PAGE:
Perhaps it is more comforting to focus on human skill and imagine that this can be resolved

    through training and discipline, rather than attempt to consider how responsibility might be

    distributed among the heterogeneous entanglement of Airbus designers, autopilot practices,

    pitot tubes, ice, sensor readings, human adjustments and volatile airspeeds. Surely these

    material and technological assemblings cannot be simply banished to the background in an

    anthropocentric move that insists upon humans taking the central role of the story, whether it

    focuses on risk and danger or upon more mundane service and care. Literature on professional

    practice increasingly shows that its stakeholders are multiple, demanding conflicting

    accountabilities (Cribb 2005; Stronach et al 2002). Clearly these are not simply human and

    social stakeholders, but material ones too.

    This chapter argues that professional responsibility deserves a more sociomaterial sensibility

    than it frequently receives in discussions of professional learning and professional

    accountability. A missing or obscured element in these explorations is often the materiality of

    professional practice – the mixing of the social and personal with the material elements of

    bodies and flesh, wind and fire, objects, technologies, texts, institutions, natural forces and so

    forth. A ‘sociomaterial’ approach to understanding professional responsibility adopts what

    some refer to as a relational ontology: capacities for action, as well as knowledge and

    phenomena, are performed into existence through associations. These associations of both

    human and nonhuman elements, or perhaps more aptly, ‘intensities’ as Bennett (2010) refers

  • to them following Deleuze, emerge in precarious assemblages (Fenwick et al. 2011). When

    notions such as individual agency, morality and intentionality are challenged by

    foregrounding these sociomaterial assemblages comprising practice, the question of

    responsibility becomes reconfigured. The focus becomes the material enactments of conflict

    and compromise that appear in enactments of professional responsibility.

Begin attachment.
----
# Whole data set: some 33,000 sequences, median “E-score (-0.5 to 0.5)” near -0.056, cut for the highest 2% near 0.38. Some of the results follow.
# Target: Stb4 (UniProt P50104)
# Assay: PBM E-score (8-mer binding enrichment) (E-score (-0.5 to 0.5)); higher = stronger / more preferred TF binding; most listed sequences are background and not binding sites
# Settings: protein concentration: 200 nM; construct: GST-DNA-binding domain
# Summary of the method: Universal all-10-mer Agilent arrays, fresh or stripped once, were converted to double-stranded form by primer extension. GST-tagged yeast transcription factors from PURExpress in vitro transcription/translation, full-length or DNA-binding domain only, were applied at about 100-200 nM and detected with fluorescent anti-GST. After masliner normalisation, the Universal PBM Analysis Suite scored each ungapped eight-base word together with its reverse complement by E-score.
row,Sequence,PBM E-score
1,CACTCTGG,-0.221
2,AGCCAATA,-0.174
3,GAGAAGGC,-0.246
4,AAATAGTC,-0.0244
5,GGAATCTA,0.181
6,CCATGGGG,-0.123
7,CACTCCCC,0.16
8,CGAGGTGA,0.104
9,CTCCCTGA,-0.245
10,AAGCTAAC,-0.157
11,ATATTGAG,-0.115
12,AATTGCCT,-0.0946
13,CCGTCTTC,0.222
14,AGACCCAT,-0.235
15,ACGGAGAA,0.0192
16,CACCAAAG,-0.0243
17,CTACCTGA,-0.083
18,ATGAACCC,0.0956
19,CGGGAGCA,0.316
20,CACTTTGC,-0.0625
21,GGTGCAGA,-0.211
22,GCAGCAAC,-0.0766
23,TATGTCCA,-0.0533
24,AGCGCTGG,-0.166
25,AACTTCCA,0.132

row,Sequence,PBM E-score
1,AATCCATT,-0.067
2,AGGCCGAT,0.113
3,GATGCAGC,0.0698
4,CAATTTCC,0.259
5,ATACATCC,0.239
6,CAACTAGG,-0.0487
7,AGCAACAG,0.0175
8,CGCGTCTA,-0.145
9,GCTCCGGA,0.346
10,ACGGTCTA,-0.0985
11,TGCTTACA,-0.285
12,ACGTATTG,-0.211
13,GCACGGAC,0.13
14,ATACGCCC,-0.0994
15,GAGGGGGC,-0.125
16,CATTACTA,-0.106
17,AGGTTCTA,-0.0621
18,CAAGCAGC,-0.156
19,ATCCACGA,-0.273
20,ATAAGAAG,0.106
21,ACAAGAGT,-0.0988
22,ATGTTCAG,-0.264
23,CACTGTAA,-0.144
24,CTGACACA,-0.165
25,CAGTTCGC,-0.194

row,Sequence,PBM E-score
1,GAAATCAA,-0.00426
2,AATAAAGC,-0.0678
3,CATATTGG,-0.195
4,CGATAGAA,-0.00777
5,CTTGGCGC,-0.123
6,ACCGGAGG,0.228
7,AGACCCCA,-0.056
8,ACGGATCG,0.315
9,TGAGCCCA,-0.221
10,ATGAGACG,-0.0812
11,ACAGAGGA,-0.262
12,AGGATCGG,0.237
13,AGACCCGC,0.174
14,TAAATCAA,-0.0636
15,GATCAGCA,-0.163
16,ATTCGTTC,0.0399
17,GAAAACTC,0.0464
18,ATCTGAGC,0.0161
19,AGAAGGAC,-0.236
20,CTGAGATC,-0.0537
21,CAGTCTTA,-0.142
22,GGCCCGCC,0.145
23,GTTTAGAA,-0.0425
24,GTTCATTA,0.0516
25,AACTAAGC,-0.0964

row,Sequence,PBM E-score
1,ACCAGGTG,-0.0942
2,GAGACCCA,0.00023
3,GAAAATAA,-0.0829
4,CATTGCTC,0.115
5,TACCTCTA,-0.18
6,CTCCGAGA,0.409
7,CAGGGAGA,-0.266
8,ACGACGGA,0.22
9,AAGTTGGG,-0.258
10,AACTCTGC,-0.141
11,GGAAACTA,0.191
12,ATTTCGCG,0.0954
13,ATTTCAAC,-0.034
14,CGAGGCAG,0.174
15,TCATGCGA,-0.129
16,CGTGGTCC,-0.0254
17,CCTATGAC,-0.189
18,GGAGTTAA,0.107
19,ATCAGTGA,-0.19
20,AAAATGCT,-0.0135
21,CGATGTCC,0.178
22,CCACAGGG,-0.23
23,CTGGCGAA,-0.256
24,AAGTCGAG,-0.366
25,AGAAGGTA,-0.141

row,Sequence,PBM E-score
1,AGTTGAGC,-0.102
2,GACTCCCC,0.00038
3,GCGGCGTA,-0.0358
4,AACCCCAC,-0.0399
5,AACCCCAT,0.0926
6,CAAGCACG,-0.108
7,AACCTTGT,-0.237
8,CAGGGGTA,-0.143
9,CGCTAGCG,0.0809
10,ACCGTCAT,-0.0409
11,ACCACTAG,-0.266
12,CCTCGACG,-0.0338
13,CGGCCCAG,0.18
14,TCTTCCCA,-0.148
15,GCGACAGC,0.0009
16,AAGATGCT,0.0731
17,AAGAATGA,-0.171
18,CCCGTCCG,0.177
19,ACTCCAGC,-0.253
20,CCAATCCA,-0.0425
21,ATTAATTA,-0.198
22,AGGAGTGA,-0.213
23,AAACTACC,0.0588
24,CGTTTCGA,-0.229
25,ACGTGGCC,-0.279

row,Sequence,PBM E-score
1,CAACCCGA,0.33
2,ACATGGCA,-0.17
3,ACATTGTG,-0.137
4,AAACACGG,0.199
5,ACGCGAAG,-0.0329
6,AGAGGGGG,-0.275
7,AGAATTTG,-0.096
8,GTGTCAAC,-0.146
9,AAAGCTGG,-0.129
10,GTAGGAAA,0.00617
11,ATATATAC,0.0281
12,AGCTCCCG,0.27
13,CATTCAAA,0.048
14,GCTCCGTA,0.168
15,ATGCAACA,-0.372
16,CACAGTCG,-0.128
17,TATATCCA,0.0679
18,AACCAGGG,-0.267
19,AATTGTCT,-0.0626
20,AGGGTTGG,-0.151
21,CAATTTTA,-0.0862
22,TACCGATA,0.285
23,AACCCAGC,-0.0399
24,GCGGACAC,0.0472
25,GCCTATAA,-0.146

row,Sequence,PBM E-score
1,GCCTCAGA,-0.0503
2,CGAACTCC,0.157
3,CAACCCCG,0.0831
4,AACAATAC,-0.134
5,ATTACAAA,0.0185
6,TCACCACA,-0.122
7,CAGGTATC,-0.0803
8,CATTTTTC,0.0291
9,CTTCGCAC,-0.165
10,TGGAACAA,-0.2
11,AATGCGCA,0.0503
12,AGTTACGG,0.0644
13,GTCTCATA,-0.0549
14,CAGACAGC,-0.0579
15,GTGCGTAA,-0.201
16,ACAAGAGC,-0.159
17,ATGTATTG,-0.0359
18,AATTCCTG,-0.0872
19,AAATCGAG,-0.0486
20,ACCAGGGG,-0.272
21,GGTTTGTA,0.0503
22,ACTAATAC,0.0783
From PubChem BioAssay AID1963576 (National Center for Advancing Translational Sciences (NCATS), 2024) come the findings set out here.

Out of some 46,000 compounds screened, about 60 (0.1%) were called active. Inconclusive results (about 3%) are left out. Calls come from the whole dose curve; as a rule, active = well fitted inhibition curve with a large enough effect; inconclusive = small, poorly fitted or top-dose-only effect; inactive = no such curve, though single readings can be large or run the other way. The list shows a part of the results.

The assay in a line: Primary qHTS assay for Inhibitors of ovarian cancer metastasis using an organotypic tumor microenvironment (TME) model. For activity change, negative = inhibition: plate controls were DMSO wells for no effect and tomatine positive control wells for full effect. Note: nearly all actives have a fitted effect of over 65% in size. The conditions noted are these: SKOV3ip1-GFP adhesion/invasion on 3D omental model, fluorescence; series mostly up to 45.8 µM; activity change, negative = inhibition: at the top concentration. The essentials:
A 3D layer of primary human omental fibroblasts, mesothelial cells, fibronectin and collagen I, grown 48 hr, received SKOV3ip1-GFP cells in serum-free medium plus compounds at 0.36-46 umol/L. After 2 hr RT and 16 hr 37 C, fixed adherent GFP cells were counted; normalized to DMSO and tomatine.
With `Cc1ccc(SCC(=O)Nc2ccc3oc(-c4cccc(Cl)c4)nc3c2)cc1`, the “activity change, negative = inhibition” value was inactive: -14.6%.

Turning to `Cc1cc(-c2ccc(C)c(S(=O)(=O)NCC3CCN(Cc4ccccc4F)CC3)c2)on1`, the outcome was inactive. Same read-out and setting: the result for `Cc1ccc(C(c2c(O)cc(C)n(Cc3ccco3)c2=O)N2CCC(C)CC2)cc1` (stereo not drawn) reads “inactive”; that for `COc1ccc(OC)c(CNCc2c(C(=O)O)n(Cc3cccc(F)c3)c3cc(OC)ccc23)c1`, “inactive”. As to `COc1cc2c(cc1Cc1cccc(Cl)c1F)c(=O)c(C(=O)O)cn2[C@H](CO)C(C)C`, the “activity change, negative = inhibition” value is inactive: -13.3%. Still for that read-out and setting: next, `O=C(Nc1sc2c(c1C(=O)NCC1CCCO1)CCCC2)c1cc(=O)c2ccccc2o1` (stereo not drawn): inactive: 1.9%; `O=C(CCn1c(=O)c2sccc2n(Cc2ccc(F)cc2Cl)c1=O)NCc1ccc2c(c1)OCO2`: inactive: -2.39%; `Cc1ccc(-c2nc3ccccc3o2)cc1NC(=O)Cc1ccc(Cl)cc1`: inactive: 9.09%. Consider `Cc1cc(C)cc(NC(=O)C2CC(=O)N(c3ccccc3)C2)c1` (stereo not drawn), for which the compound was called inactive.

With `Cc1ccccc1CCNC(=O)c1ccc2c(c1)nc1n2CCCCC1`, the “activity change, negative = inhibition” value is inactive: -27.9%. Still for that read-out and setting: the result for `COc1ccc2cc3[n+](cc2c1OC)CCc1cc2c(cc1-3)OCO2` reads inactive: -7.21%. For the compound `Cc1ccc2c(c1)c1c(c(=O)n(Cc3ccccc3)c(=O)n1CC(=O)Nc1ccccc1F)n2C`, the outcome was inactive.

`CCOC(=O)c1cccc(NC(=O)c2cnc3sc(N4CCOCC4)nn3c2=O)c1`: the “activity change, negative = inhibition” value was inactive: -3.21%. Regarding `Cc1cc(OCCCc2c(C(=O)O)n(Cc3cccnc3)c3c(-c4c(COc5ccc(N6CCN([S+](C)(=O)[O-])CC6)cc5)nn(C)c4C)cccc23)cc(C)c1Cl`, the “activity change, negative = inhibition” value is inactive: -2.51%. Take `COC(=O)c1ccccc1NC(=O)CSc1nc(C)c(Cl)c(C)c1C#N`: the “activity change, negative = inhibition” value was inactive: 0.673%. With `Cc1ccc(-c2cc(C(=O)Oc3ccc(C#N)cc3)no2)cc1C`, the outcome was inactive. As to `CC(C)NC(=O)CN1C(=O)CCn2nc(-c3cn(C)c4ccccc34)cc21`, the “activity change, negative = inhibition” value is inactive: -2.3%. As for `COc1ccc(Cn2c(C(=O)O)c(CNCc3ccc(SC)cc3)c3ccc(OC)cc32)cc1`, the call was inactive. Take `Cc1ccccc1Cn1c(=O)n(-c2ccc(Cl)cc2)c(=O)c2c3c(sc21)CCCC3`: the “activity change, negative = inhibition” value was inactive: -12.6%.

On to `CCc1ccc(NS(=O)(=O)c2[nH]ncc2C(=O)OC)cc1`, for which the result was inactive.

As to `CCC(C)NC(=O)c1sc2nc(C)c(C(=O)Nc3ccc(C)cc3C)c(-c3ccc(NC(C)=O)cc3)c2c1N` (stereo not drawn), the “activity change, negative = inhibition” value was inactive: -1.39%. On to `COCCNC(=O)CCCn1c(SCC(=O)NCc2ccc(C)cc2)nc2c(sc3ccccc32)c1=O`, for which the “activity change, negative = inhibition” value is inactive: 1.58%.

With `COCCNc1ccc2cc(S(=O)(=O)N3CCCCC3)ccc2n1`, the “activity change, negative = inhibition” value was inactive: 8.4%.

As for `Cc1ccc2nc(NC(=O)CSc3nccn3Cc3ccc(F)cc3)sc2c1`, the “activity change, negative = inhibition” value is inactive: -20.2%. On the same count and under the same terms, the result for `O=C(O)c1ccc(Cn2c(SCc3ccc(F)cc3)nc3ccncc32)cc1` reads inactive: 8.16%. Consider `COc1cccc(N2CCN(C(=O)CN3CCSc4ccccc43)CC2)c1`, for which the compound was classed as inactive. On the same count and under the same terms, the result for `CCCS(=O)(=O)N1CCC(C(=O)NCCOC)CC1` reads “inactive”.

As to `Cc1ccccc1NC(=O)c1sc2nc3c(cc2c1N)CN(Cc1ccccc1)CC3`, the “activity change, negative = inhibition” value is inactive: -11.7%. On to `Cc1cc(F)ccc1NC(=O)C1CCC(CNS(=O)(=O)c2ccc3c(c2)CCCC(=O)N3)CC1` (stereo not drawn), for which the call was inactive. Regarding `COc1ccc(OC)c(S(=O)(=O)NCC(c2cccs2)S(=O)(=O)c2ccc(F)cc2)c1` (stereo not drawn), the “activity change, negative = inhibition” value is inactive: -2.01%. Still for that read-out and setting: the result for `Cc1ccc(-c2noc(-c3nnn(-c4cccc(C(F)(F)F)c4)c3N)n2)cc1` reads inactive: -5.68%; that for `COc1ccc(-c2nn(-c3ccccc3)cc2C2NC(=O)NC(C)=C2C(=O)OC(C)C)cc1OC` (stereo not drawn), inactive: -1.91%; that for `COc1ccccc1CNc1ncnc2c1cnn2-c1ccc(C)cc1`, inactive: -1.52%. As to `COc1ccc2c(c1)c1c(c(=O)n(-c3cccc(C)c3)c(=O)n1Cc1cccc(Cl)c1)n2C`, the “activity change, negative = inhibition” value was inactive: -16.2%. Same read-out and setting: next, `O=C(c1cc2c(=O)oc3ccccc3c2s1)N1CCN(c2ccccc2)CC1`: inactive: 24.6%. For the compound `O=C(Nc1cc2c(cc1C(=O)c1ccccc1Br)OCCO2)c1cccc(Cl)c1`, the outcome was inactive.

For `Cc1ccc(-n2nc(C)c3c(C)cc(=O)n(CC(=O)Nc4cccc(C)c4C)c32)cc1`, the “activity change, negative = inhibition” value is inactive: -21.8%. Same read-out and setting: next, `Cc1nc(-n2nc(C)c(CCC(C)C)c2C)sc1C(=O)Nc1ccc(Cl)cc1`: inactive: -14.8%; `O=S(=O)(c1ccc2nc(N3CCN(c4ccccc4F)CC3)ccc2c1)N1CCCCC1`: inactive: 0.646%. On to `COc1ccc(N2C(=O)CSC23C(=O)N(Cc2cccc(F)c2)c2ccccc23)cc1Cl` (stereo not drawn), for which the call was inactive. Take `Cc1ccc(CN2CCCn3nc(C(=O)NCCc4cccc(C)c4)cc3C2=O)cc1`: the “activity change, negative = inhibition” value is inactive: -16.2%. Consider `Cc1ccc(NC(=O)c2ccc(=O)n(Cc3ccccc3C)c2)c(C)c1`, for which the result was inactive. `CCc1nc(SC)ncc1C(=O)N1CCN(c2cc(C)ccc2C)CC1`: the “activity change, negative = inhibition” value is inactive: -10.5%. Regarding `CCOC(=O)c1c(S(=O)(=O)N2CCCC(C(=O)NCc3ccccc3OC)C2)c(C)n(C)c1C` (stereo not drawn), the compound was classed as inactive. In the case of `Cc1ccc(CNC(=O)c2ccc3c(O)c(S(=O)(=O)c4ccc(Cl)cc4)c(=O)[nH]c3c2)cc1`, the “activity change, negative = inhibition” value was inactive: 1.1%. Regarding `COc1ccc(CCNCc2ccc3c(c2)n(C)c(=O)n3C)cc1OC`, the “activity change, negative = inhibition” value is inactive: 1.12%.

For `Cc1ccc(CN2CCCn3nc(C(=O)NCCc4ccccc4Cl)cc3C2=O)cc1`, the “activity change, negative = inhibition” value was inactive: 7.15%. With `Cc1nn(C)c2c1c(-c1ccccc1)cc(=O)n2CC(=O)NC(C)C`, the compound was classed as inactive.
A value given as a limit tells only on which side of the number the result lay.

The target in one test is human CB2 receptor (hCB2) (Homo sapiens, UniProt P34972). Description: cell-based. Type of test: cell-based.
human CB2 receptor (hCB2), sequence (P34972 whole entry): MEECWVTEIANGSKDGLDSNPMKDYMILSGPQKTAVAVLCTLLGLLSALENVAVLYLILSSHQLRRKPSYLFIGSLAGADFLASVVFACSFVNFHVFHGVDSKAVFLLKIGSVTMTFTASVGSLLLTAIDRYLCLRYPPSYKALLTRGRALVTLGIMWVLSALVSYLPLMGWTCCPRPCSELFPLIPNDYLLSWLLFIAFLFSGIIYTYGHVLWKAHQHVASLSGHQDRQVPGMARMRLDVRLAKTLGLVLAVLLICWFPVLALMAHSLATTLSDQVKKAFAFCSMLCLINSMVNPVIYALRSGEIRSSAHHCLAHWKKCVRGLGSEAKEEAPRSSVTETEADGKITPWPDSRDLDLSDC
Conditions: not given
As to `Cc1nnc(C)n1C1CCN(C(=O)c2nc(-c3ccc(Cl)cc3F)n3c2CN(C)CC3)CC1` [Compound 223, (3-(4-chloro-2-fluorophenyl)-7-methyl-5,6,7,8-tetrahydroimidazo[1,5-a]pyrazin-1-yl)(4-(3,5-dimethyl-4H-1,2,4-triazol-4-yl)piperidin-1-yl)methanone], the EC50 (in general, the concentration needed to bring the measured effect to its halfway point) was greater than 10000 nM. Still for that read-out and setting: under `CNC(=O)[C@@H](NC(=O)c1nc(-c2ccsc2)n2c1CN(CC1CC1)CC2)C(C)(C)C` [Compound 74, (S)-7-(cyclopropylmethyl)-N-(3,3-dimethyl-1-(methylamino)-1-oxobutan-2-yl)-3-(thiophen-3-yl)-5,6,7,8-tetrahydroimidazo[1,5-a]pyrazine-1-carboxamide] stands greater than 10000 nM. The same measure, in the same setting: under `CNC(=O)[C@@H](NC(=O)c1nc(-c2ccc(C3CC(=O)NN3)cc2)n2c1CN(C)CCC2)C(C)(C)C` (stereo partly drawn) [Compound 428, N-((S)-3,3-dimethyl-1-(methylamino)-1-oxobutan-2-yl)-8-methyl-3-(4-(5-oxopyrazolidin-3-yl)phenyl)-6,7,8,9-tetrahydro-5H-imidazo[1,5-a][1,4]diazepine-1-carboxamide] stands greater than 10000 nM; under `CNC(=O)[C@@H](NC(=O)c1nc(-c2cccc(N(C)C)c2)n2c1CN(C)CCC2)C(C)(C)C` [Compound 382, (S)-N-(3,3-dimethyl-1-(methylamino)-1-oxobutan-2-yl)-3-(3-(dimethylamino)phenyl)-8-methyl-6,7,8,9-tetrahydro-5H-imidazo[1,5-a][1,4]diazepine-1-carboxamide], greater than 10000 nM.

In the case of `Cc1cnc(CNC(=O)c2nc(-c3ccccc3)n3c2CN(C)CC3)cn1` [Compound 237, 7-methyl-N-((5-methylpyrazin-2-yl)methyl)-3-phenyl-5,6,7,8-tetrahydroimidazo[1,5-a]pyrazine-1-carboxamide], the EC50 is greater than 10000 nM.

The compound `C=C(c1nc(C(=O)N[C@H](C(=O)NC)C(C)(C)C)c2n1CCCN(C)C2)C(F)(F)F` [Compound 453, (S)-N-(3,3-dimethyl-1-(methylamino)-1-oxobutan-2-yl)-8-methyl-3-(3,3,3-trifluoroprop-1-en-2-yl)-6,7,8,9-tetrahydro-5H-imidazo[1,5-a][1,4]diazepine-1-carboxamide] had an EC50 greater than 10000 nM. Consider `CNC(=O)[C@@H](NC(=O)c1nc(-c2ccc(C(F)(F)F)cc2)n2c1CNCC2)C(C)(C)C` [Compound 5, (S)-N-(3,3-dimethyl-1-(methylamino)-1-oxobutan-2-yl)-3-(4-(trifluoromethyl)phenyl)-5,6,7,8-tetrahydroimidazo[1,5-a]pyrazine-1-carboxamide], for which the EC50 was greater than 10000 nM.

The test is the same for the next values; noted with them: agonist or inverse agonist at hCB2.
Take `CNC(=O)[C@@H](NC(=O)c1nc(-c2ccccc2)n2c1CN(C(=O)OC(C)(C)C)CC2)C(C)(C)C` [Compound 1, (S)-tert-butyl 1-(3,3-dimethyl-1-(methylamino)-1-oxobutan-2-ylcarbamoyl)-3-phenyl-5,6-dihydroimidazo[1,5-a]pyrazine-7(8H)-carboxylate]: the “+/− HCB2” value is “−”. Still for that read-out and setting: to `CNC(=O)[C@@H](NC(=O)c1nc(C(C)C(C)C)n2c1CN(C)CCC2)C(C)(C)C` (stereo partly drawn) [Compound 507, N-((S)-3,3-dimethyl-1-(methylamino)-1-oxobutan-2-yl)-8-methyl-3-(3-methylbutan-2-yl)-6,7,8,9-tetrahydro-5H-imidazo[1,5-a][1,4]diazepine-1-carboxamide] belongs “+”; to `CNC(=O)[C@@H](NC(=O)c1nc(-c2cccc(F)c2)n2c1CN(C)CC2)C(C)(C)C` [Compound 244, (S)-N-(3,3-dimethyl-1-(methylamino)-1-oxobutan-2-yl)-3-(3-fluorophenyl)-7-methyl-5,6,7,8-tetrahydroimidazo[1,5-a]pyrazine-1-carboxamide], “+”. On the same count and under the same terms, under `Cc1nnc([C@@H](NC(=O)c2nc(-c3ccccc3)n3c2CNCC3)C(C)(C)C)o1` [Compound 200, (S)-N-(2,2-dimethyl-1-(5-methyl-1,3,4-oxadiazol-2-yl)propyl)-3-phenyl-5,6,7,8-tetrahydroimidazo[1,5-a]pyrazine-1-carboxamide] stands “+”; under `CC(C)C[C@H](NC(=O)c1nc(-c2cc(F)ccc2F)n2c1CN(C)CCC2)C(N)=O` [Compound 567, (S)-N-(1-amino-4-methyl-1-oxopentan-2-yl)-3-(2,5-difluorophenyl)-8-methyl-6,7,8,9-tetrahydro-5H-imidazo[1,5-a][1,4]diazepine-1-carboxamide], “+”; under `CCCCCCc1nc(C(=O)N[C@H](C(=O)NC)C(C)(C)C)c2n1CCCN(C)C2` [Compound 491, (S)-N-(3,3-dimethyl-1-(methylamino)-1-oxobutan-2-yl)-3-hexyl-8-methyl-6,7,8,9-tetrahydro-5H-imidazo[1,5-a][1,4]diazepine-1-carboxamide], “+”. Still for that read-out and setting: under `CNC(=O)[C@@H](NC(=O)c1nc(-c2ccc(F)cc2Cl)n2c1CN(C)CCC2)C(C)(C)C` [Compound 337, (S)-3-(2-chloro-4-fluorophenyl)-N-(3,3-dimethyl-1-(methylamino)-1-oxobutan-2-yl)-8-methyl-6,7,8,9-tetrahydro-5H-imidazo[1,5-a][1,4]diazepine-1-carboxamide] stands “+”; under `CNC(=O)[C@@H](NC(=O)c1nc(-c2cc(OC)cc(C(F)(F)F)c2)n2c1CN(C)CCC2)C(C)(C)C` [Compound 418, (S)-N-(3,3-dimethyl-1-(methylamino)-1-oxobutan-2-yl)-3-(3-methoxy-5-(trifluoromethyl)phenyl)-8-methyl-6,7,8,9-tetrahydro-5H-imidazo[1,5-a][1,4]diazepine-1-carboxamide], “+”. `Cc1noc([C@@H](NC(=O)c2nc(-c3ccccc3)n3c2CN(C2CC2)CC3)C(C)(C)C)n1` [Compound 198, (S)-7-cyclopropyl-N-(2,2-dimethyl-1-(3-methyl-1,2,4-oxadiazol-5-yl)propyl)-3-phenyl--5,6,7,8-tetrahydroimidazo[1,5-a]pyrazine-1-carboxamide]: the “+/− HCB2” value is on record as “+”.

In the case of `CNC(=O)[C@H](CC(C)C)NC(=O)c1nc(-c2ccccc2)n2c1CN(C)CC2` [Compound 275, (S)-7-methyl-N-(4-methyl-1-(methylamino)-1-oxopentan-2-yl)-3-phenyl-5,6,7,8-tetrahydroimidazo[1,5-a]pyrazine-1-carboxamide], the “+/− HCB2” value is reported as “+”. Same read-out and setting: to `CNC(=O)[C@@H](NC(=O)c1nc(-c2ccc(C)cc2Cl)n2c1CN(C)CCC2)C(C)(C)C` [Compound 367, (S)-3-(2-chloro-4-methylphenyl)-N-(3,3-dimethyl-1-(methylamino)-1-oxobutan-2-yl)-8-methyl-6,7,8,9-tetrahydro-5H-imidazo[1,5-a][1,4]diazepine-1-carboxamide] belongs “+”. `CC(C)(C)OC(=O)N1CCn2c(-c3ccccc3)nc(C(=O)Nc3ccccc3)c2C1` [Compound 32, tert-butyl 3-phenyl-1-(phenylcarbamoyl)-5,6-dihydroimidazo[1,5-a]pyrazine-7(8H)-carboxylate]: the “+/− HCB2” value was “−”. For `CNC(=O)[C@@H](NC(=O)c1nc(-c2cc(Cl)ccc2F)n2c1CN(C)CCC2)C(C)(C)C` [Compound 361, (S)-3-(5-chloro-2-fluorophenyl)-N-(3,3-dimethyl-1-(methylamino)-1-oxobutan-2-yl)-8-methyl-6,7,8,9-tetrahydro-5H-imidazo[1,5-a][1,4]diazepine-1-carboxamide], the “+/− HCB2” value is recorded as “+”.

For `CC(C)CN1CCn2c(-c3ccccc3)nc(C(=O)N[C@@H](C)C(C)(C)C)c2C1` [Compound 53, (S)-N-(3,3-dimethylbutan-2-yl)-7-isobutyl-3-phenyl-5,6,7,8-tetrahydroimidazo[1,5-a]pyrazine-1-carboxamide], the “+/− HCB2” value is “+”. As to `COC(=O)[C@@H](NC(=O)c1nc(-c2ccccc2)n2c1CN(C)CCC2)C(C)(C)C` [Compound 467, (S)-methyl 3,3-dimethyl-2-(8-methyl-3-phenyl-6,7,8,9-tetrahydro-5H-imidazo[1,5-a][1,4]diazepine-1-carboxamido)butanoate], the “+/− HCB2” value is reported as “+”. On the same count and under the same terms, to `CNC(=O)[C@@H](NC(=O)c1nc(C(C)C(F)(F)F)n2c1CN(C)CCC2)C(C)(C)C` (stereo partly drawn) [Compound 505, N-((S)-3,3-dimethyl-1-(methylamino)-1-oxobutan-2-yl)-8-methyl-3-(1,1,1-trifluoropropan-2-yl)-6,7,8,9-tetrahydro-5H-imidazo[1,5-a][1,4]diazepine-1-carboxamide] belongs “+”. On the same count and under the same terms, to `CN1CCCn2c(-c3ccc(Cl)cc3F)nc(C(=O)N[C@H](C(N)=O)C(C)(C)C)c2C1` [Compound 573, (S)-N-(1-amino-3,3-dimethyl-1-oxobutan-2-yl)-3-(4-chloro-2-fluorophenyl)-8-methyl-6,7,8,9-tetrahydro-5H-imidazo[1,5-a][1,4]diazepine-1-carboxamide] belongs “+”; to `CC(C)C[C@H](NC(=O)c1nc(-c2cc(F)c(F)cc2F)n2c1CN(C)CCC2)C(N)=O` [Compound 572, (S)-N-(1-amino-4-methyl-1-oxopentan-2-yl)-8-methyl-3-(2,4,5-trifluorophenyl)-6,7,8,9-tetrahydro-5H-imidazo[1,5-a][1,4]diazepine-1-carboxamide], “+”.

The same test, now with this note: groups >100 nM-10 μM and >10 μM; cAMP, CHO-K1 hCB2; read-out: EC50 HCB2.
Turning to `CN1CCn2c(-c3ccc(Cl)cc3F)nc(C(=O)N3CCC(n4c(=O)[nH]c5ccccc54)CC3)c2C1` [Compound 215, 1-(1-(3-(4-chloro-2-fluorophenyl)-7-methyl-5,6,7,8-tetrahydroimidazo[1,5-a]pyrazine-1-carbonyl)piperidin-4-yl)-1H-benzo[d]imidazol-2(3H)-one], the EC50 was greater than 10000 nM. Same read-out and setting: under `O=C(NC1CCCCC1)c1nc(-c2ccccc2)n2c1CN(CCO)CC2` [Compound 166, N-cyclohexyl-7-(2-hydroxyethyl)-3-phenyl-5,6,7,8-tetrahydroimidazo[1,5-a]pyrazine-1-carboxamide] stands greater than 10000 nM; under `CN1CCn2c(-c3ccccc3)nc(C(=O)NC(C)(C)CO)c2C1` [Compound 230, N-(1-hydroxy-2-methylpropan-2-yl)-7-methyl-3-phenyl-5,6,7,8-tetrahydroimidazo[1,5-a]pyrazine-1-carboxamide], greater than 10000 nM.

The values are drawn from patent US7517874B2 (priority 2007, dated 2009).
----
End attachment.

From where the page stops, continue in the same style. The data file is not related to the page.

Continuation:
The chapter begins with a discussion of the changing nature of professional responsibility,

    and elaborates a sociomaterial perspective that draws particularly from Latour (2005) and

    Orlikowski (2007). Turning to examples of professional practice generated through recent

    studies, the discussion works with a sociomaterial sensibility to explore those mattering

    elements that are more-than-human. What responsibilities are enacted in these sociomaterial

    assemblages, and how are accountabilities framed? How do professionals negotiate the

    ambivalences of these complex becomings to find lines of whatever they might call

    ‘responsible’ action? What matters most to professionals in these ‘mattered’ enactments of

    responsibility?

    TOWARD A SOCIOMATERIAL CONCEPTION OF PROFESSIONAL

    RESPONSIBILITY

    Solbrekke (2008a: 76) argues for the centrality of professional responsibility in practice

    defined as ‘the ability to act in a professionally responsible manner in complex, unique and

    uncertain situations with conflicting values and ethical stance’. She goes on to explain the

    nature of this action amidst the frequent undecidability of practice: ‘the individual

    professional, when encountering risk and uncertainty in his or her daily tasks, must employ

    his or her own capacity for critical reflection and take immediate moral and responsible

  • decisions while at the same time linking his or her personal specialised knowledge to a

    collective commitment’ (p. 76). Many professionals might agree that responsibility is an

    individual matter of decision making informed by particular moral commitments and

    knowledge expertise.

    Yet, as Solbrekke also has acknowledged, there is growing research pointing to the pluralism

    of professionals’ obligations and the conflicts in responsibility that individuals must

    negotiate. Professionals must balance obligations to their employing organization and its rules

    of practice, to broad social needs served by their profession, to the profession itself and the

    standards and regulatory codes governing its practices, to individuals for whom the

    professional adopts a caring responsibility, and to personal allegiances influencing a sense of

    the ‘right thing to do’. This ‘web of commitments’ often necessitates what May (1996) has

    called ‘legitimate compromises’. Practitioners almost always must navigate a path of action

    that simultaneously balances concerns for